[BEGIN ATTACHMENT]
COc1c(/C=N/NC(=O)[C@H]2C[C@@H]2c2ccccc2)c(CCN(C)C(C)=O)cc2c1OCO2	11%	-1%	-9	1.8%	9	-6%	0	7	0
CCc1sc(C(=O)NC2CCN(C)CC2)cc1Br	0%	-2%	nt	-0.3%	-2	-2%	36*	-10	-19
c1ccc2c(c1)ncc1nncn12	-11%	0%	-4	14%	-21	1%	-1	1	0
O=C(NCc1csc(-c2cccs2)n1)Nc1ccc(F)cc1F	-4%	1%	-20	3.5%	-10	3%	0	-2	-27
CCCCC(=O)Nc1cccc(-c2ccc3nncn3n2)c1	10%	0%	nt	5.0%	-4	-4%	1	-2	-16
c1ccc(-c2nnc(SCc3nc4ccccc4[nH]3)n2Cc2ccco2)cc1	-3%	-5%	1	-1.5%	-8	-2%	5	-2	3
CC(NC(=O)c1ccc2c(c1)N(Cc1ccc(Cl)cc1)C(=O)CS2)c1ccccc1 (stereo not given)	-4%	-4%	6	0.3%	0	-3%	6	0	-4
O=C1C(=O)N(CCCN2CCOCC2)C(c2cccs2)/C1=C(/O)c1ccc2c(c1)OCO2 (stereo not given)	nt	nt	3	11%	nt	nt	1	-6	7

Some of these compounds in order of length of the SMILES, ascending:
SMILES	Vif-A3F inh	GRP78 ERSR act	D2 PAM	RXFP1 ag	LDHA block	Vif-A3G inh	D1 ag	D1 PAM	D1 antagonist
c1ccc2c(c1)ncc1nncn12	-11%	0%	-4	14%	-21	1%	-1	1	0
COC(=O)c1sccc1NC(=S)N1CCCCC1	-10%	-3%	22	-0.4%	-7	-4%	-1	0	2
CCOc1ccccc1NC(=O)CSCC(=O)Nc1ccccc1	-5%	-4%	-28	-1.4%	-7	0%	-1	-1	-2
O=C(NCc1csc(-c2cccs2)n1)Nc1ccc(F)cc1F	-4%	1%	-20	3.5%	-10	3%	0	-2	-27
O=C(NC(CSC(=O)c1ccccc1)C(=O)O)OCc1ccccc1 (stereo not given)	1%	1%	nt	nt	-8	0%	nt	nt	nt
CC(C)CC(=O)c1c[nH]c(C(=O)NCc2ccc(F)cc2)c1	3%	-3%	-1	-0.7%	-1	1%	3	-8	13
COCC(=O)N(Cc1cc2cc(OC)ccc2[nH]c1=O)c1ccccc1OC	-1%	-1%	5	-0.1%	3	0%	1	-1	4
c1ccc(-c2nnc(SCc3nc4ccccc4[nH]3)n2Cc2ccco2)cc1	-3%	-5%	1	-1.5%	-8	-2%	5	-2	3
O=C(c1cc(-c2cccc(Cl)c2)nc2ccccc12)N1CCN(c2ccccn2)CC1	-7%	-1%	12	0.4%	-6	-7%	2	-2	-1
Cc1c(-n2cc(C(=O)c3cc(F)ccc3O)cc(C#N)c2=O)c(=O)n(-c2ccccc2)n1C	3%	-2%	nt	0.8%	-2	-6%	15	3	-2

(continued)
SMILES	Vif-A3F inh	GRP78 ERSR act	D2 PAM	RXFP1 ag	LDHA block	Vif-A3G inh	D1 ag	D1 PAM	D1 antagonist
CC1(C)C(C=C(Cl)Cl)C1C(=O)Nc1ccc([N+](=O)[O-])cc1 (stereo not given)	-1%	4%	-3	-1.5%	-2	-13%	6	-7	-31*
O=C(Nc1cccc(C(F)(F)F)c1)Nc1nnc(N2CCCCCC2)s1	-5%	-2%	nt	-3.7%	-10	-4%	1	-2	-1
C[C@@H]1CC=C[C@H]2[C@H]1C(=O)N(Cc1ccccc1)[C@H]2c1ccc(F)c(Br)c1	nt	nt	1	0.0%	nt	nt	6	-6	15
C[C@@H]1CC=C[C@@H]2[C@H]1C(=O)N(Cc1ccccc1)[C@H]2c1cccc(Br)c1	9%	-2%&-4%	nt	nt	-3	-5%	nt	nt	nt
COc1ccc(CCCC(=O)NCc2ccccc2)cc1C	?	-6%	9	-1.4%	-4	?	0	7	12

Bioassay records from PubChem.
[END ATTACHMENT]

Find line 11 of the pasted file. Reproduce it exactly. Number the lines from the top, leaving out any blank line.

c1ccc2c(c1)ncc1nncn12	-11%	0%	-4	14%	-21	1%	-1	1	0